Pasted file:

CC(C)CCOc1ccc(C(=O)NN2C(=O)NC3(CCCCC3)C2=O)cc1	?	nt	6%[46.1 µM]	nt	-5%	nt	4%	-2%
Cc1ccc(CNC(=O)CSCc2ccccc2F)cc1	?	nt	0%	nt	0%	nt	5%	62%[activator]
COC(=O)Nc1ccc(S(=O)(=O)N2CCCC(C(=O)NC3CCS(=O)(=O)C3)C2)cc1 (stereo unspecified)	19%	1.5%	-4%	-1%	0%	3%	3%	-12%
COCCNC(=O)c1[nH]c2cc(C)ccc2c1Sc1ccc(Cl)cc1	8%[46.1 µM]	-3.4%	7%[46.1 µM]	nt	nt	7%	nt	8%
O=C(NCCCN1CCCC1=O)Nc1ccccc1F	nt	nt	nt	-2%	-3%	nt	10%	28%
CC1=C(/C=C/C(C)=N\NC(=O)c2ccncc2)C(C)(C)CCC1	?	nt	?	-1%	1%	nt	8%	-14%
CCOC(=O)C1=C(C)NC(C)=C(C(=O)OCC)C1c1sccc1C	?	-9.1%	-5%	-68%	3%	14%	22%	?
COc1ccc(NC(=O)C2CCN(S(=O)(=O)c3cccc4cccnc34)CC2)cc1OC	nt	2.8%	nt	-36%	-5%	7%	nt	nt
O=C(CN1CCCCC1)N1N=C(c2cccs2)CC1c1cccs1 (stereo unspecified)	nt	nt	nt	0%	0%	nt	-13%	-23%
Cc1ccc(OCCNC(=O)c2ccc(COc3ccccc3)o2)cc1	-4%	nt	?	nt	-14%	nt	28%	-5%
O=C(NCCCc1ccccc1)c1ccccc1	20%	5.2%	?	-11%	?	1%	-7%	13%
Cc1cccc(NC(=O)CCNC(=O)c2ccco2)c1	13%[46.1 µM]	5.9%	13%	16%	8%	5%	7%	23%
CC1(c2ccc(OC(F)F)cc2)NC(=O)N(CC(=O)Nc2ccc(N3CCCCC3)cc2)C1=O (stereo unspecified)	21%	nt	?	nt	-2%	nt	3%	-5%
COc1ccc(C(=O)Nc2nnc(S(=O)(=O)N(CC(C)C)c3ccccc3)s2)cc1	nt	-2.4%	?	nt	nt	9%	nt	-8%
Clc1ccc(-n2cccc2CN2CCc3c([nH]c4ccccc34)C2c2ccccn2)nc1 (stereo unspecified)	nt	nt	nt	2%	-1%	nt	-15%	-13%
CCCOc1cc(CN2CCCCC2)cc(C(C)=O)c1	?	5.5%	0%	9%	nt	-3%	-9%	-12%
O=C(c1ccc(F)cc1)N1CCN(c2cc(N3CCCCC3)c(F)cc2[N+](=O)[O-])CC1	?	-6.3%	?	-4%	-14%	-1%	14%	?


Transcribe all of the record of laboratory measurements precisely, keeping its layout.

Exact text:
CC(C)CCOc1ccc(C(=O)NN2C(=O)NC3(CCCCC3)C2=O)cc1	?	nt	6%[46.1 µM]	nt	-5%	nt	4%	-2%
Cc1ccc(CNC(=O)CSCc2ccccc2F)cc1	?	nt	0%	nt	0%	nt	5%	62%[activator]
COC(=O)Nc1ccc(S(=O)(=O)N2CCCC(C(=O)NC3CCS(=O)(=O)C3)C2)cc1 (stereo unspecified)	19%	1.5%	-4%	-1%	0%	3%	3%	-12%
COCCNC(=O)c1[nH]c2cc(C)ccc2c1Sc1ccc(Cl)cc1	8%[46.1 µM]	-3.4%	7%[46.1 µM]	nt	nt	7%	nt	8%
O=C(NCCCN1CCCC1=O)Nc1ccccc1F	nt	nt	nt	-2%	-3%	nt	10%	28%
CC1=C(/C=C/C(C)=N\NC(=O)c2ccncc2)C(C)(C)CCC1	?	nt	?	-1%	1%	nt	8%	-14%
CCOC(=O)C1=C(C)NC(C)=C(C(=O)OCC)C1c1sccc1C	?	-9.1%	-5%	-68%	3%	14%	22%	?
COc1ccc(NC(=O)C2CCN(S(=O)(=O)c3cccc4cccnc34)CC2)cc1OC	nt	2.8%	nt	-36%	-5%	7%	nt	nt
O=C(CN1CCCCC1)N1N=C(c2cccs2)CC1c1cccs1 (stereo unspecified)	nt	nt	nt	0%	0%	nt	-13%	-23%
Cc1ccc(OCCNC(=O)c2ccc(COc3ccccc3)o2)cc1	-4%	nt	?	nt	-14%	nt	28%	-5%
O=C(NCCCc1ccccc1)c1ccccc1	20%	5.2%	?	-11%	?	1%	-7%	13%
Cc1cccc(NC(=O)CCNC(=O)c2ccco2)c1	13%[46.1 µM]	5.9%	13%	16%	8%	5%	7%	23%
CC1(c2ccc(OC(F)F)cc2)NC(=O)N(CC(=O)Nc2ccc(N3CCCCC3)cc2)C1=O (stereo unspecified)	21%	nt	?	nt	-2%	nt	3%	-5%
COc1ccc(C(=O)Nc2nnc(S(=O)(=O)N(CC(C)C)c3ccccc3)s2)cc1	nt	-2.4%	?	nt	nt	9%	nt	-8%
Clc1ccc(-n2cccc2CN2CCc3c([nH]c4ccccc34)C2c2ccccn2)nc1 (stereo unspecified)	nt	nt	nt	2%	-1%	nt	-15%	-13%
CCCOc1cc(CN2CCCCC2)cc(C(C)=O)c1	?	5.5%	0%	9%	nt	-3%	-9%	-12%
O=C(c1ccc(F)cc1)N1CCN(c2cc(N3CCCCC3)c(F)cc2[N+](=O)[O-])CC1	?	-6.3%	?	-4%	-14%	-1%	14%	?